Bolles Laurel Pigeon

Bolles Laurel Pigeon

Summary:

Profile Bolles Laurel Pigeon
[order] Columbiformes

[order] Columbiformes | [family] Columbidae | [latin] Columba bollii | [UK] Bolles Laurel Pigeon | [FR] Pigeon de Bolle | [DE] Kanarentaube | [ES] Paloma turque | [IT] Colomba di Bolle | [NL] Bolles Laurierduif

Bolles Laurierduif determination

No film available

Large, dark brown and grey pigeon. Mainly dark sepia-brown, redder on underparts. Pale grey tail with broad, whitish terminal band. Extensive green gloss to rear crown and hindneck becoming pink on upper mantle. Whitish bill and pale eye. Similar spp. Dark-tailed Laurel Pigeon C. bollii has pale grey subterminal band and blackish terminal band to tail. Dark tail base and rump and overall slate-grey colouration. Voice Crooning pu-pu-pooo.

Nesting occurs exclusively in trees within laurel forest. The height of the nest varies, the most frequently used tree species being Erica arborea, Laurus azorica, Myrica faya and Ilex canariensis. Nests appear well camouflaged by foliage possibly to protect them from aerial predators such as Sparrowhawk Accipiter nisus, Buzzard Buteo buteo or Raven Corvus corax. They can be re-used for successive clutches and successive years. The most common nest material is small branches of heath Erica arborea.

Columba bollii is endemic to Europe, where it has a very small range (
This species is found on Tenerife, La Palma, La Gomera and El Hierro. On Gran Canaria the remains of a pigeon that used to inhabit the island have been found. Its bones are similar to those of Laurel Pigeons, but it has not been possible to identify the species due to lack of comparative material.

The estimated minimum total population of Dark-tailed Laurel Pigeon is 1,150-1,300 individuals (Emmerson 1985) However, recent studies suggest that the population is about 1,700 individuals.

The diet is mainly made up of fruit the precise composition varying with the timing of fruiting of different tree species. Besides fruit, the birds feed on leaves, shoots, and leaf and flower buds, and they may, if the opportunity presents itself, supplement their diet with small invertebrates. Some cereals (wheat, rye) are also taken. Birds have been observed feeding both on the ground and in the trees.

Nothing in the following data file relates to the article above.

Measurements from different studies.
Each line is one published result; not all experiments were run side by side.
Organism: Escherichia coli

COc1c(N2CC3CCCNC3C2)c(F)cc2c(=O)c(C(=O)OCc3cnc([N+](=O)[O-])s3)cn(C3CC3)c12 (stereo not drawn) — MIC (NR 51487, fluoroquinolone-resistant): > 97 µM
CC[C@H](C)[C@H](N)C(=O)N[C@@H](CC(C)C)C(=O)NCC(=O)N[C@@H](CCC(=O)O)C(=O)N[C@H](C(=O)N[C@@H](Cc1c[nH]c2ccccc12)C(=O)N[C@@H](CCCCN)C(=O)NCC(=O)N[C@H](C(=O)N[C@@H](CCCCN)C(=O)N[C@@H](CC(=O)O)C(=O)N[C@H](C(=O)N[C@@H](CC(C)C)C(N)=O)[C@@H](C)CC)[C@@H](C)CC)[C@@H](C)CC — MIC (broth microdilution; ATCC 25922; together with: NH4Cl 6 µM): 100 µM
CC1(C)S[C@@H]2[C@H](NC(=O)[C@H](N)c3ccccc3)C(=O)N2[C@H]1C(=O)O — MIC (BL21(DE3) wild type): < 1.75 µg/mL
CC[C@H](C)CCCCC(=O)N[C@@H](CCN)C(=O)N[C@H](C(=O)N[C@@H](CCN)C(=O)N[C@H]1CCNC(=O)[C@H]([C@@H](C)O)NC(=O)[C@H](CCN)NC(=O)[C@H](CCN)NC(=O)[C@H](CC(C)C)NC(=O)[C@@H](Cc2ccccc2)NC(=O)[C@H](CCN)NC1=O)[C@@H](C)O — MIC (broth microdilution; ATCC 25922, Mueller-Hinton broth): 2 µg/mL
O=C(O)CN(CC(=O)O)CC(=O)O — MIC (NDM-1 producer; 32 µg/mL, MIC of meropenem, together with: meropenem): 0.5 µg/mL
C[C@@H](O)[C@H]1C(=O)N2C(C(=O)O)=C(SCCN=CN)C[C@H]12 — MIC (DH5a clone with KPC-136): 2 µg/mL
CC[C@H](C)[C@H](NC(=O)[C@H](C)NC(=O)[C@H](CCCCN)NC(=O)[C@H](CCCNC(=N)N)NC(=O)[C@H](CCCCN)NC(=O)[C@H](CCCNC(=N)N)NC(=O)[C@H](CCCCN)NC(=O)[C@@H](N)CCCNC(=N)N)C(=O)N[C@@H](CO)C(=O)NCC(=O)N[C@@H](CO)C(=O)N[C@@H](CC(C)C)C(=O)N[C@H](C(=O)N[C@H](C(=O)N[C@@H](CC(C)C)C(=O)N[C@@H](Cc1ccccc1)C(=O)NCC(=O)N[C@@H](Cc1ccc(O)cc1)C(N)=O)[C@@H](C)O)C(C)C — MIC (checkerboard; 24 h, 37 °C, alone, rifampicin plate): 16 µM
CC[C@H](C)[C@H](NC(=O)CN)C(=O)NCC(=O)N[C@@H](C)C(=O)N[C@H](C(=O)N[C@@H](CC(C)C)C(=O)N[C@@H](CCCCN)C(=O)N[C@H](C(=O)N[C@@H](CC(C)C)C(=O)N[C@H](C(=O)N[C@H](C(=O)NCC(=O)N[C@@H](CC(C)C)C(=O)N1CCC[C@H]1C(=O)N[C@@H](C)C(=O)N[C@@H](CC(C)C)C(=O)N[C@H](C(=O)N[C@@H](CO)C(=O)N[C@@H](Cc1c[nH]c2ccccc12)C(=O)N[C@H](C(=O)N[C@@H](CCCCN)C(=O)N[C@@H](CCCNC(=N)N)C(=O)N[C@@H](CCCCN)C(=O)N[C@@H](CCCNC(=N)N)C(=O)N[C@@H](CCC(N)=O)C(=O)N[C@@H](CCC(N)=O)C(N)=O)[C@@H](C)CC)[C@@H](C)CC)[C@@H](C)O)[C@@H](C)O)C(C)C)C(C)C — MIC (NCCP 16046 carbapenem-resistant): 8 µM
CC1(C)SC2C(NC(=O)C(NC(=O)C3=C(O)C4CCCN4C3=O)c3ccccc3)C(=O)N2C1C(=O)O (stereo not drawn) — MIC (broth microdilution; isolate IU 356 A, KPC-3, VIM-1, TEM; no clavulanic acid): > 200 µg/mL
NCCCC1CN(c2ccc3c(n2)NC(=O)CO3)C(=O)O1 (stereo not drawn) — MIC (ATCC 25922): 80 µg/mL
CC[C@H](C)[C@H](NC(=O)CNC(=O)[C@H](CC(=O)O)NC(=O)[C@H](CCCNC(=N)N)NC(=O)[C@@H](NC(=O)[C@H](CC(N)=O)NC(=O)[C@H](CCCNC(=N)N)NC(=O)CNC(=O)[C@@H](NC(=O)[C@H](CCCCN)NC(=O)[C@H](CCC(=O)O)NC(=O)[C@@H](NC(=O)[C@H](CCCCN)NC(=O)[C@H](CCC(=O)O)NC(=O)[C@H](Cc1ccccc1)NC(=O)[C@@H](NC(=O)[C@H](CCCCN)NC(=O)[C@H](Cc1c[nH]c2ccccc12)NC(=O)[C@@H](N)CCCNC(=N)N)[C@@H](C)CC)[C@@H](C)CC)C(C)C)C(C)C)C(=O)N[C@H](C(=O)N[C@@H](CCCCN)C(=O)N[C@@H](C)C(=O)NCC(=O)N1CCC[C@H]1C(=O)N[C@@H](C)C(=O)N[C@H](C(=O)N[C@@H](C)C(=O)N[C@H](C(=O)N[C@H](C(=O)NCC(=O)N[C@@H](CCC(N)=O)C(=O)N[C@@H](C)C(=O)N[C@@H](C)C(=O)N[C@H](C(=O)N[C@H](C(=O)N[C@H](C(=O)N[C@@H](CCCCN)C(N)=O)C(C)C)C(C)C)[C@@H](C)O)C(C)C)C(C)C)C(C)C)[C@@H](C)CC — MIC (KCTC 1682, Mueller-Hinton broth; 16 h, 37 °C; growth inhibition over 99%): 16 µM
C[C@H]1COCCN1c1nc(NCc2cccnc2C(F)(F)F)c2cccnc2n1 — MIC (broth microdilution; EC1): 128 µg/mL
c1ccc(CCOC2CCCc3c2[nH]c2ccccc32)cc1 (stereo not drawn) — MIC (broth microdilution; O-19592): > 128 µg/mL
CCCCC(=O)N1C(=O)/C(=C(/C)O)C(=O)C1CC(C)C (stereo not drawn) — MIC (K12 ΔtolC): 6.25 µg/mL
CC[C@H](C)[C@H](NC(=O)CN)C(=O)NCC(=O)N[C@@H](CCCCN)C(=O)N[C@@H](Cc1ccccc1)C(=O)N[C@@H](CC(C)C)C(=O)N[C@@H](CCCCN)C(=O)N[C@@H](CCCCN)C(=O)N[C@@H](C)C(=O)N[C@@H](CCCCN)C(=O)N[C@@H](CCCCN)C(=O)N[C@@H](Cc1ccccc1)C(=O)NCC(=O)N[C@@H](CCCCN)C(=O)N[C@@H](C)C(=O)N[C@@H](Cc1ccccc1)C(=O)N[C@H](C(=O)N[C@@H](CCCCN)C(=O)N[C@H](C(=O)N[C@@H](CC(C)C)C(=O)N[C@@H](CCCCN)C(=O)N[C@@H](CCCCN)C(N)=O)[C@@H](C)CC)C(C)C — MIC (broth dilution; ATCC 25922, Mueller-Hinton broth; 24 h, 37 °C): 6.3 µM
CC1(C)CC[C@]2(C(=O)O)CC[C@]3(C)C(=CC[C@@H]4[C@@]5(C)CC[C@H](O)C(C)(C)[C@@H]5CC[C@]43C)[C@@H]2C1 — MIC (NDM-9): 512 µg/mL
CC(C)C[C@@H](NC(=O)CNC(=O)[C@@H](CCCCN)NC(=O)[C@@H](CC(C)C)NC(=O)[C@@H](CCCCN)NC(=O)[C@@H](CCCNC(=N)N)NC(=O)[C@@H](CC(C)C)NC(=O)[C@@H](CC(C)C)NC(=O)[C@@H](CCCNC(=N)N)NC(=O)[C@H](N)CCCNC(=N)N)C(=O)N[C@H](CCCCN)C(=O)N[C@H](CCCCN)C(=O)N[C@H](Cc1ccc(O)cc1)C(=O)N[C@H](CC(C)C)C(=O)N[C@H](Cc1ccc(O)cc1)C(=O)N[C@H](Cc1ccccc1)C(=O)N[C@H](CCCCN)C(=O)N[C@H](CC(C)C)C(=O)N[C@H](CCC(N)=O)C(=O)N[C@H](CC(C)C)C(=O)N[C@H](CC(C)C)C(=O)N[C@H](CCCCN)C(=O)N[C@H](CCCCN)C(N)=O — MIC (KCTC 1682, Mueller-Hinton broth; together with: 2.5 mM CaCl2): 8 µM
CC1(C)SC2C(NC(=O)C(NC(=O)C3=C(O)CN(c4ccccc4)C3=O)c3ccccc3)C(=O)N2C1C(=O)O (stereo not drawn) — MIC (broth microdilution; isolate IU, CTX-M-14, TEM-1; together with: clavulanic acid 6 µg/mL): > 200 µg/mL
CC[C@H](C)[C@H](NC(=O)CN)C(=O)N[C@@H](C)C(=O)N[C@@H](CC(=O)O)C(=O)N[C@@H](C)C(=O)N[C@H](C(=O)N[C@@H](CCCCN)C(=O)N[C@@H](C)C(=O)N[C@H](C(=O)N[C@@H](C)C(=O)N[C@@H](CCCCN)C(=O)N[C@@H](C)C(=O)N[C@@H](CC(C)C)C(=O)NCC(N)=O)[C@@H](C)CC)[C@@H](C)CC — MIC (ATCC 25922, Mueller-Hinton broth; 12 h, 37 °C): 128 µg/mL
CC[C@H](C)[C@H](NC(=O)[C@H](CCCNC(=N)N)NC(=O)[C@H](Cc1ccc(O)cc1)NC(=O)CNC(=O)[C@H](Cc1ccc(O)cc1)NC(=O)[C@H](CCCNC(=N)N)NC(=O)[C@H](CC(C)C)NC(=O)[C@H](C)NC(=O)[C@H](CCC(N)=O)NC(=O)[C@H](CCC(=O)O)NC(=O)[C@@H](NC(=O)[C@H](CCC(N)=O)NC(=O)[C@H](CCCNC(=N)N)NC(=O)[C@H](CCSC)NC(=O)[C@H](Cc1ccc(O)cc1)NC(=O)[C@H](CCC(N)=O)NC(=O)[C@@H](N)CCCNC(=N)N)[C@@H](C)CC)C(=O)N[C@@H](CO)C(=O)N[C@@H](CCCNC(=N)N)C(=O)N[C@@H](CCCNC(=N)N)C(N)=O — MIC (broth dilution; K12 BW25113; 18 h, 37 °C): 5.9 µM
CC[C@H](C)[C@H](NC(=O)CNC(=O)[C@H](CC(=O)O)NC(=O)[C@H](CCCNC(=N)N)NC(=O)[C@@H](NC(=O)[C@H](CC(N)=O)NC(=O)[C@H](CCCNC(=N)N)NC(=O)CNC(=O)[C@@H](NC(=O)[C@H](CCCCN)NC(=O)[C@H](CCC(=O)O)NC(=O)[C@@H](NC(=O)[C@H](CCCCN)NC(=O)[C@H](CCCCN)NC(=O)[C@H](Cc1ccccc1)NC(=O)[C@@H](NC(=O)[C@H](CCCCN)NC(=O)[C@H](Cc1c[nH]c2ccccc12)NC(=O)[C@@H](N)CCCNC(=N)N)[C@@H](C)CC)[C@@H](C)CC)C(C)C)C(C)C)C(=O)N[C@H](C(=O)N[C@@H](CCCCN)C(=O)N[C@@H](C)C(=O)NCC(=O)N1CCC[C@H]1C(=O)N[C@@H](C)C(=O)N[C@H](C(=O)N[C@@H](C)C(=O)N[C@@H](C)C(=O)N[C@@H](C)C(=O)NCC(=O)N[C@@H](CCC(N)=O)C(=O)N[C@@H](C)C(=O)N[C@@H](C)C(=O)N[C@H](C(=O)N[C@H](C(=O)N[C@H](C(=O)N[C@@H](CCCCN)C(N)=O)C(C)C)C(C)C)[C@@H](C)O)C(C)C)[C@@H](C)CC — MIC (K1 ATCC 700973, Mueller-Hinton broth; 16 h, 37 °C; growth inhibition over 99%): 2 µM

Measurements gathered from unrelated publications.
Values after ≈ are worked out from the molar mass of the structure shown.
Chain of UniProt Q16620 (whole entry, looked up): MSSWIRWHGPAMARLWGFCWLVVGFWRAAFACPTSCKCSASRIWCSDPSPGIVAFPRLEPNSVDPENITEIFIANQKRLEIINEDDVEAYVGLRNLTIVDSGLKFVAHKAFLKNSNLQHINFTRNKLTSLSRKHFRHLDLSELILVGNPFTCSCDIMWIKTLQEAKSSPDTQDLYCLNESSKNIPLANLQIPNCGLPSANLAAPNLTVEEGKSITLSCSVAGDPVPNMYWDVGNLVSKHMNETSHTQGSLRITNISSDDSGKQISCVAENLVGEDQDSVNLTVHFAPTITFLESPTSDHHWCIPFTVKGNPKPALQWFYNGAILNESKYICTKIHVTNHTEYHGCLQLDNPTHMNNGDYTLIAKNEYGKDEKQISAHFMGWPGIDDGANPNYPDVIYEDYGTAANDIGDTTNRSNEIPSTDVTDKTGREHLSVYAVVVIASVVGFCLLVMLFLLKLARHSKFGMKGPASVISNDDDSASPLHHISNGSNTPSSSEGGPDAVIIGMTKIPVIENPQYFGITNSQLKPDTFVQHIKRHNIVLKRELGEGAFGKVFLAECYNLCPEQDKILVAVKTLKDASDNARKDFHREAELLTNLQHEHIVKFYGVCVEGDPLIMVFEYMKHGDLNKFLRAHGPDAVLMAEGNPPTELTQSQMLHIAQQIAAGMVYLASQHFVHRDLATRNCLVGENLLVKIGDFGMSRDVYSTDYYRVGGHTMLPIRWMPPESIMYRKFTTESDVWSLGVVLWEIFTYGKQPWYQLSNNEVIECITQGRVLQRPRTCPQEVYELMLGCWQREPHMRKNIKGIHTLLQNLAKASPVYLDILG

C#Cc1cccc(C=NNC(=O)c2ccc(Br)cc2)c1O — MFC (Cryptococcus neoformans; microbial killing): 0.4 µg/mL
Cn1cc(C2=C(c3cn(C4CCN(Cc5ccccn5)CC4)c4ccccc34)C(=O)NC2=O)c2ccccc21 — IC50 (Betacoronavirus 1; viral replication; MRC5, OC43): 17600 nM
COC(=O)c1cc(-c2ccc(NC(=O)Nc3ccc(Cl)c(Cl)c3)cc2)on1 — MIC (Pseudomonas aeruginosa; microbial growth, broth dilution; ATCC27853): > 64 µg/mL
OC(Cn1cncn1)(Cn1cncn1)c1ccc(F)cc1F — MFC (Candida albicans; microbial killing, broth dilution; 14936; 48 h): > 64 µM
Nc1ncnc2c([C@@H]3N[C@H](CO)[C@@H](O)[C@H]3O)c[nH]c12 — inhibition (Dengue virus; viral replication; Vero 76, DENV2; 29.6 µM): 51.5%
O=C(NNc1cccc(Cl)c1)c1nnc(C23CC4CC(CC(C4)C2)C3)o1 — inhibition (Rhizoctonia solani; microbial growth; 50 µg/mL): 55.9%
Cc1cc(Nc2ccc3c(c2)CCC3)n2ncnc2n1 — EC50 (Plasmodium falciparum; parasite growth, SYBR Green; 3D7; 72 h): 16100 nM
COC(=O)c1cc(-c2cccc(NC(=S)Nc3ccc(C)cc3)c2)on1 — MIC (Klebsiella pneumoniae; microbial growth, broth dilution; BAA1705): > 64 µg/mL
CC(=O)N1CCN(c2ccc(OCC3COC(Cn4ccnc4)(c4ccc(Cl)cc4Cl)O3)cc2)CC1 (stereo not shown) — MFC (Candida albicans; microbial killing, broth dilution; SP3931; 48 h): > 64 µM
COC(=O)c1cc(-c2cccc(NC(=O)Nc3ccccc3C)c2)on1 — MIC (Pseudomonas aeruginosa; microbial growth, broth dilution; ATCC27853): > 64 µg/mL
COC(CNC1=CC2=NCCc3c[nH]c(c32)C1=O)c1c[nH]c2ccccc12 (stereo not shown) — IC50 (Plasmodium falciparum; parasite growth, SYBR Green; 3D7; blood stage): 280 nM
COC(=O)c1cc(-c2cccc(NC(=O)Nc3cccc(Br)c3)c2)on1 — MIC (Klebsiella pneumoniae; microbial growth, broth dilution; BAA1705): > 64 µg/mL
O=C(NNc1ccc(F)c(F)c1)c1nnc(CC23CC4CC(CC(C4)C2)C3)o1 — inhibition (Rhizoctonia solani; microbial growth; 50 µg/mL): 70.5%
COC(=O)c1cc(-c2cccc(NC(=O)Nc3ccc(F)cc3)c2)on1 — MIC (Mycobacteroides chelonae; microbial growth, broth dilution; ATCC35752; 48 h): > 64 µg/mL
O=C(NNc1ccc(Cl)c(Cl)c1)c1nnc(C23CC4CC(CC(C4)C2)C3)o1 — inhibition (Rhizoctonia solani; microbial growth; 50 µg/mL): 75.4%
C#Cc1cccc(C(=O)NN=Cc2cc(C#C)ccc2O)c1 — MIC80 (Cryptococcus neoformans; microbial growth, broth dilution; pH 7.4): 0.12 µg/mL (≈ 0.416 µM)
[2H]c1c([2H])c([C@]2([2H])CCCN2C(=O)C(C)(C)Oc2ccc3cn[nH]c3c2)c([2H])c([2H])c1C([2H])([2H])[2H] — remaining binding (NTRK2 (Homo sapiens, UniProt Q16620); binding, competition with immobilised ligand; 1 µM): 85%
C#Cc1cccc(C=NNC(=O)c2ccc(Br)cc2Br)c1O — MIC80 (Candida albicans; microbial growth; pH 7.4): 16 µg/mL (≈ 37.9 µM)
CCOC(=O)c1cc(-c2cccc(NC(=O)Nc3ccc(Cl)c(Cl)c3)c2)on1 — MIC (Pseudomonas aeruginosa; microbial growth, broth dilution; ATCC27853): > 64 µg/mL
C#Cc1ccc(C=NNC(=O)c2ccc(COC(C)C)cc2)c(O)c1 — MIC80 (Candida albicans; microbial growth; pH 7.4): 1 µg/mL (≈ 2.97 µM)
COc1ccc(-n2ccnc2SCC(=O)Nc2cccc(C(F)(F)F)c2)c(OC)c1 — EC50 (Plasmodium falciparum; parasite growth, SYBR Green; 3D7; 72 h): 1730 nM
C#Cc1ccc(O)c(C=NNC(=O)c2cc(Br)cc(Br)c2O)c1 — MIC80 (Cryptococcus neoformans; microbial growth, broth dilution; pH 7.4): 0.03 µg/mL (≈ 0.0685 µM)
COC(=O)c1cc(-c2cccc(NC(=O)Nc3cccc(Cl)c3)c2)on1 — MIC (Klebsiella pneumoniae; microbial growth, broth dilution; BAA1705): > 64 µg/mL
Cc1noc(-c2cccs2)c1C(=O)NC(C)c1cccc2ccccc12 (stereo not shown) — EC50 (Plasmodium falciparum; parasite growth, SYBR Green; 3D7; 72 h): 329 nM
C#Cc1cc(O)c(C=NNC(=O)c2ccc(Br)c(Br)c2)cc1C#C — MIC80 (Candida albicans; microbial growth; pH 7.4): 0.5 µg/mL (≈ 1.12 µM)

Columba bollii has an estimated population of 2,200 individuals on the Canary Islands, Spain, where it inhabits closed-canopy laurel forest. Birds are found on Tenerife (at least 350-400 birds, particularly at Anaga and Los Silos), La Palma (250-300 in a restricted area of the north-west), La Gomera (over 1,000 in Garajonay National Park with some birds outside the park) and El Hierro (over 30). It may formerly have occurred on Gran Canaria, as bones similar to those of a laurel pigeon have been found and there is a possible sight record from the late 19th century. Historical declines resulted from intensive exploitation of laurel forests. The extent of forest loss has slowed, although fragmentation has continued as forests are exploited for poles and tool handles. Illegal hunting occurs at drinking sites. As it is a tree-nesting species, predation by rats is of less significance than for C. junoniae and is unlikely to cause significant declines1. Despite these threats the population seems to be stable, although this requires confirmation. A European action plan was published in 1996. [conservation status from birdlife.org]


Nesting occurs exclusively in trees within laurel forest. The height of the nest varies, the most frequently used tree species being Erica arborea, Laurus azorica, Myrica faya and Ilex canariensis. Nests appear well camouflaged by foliage possibly to protect them from aerial predators such as Sparrowhawk Accipiter nisus, Buzzard Buteo buteo or Raven Corvus corax. They can be re-used for successive clutches and successive years. The most common nest material is small branches of heath Erica arborea.

The breeding season extends from October to July although it is very possible that birds breed all year round. The long breeding season must be related to the continuous availability of fruit, the main food of this species.

The clutch is a single egg incubated for 18-19 days and the chicks spend 30-35 days in the nest.

Resident and endemic to the canary islands

Specification

  1. Measurements
  2. spanwidth min.: 65 cm
  3. spanwidth max.: 68 cm
  4. size min.: 37 cm
  5. size max.: 40 cm
  6. Breeding
  7. incubation min.: 18 days
  8. incubation max.: 19 days
  9. fledging min.: days
  10. fledging max.: days
  11. broods 2
  12. eggs min.: 1
  13. eggs max.: 1
  14. Conservation Status
  15. Bolles Laurierduif status Near Threatened
Join the discussion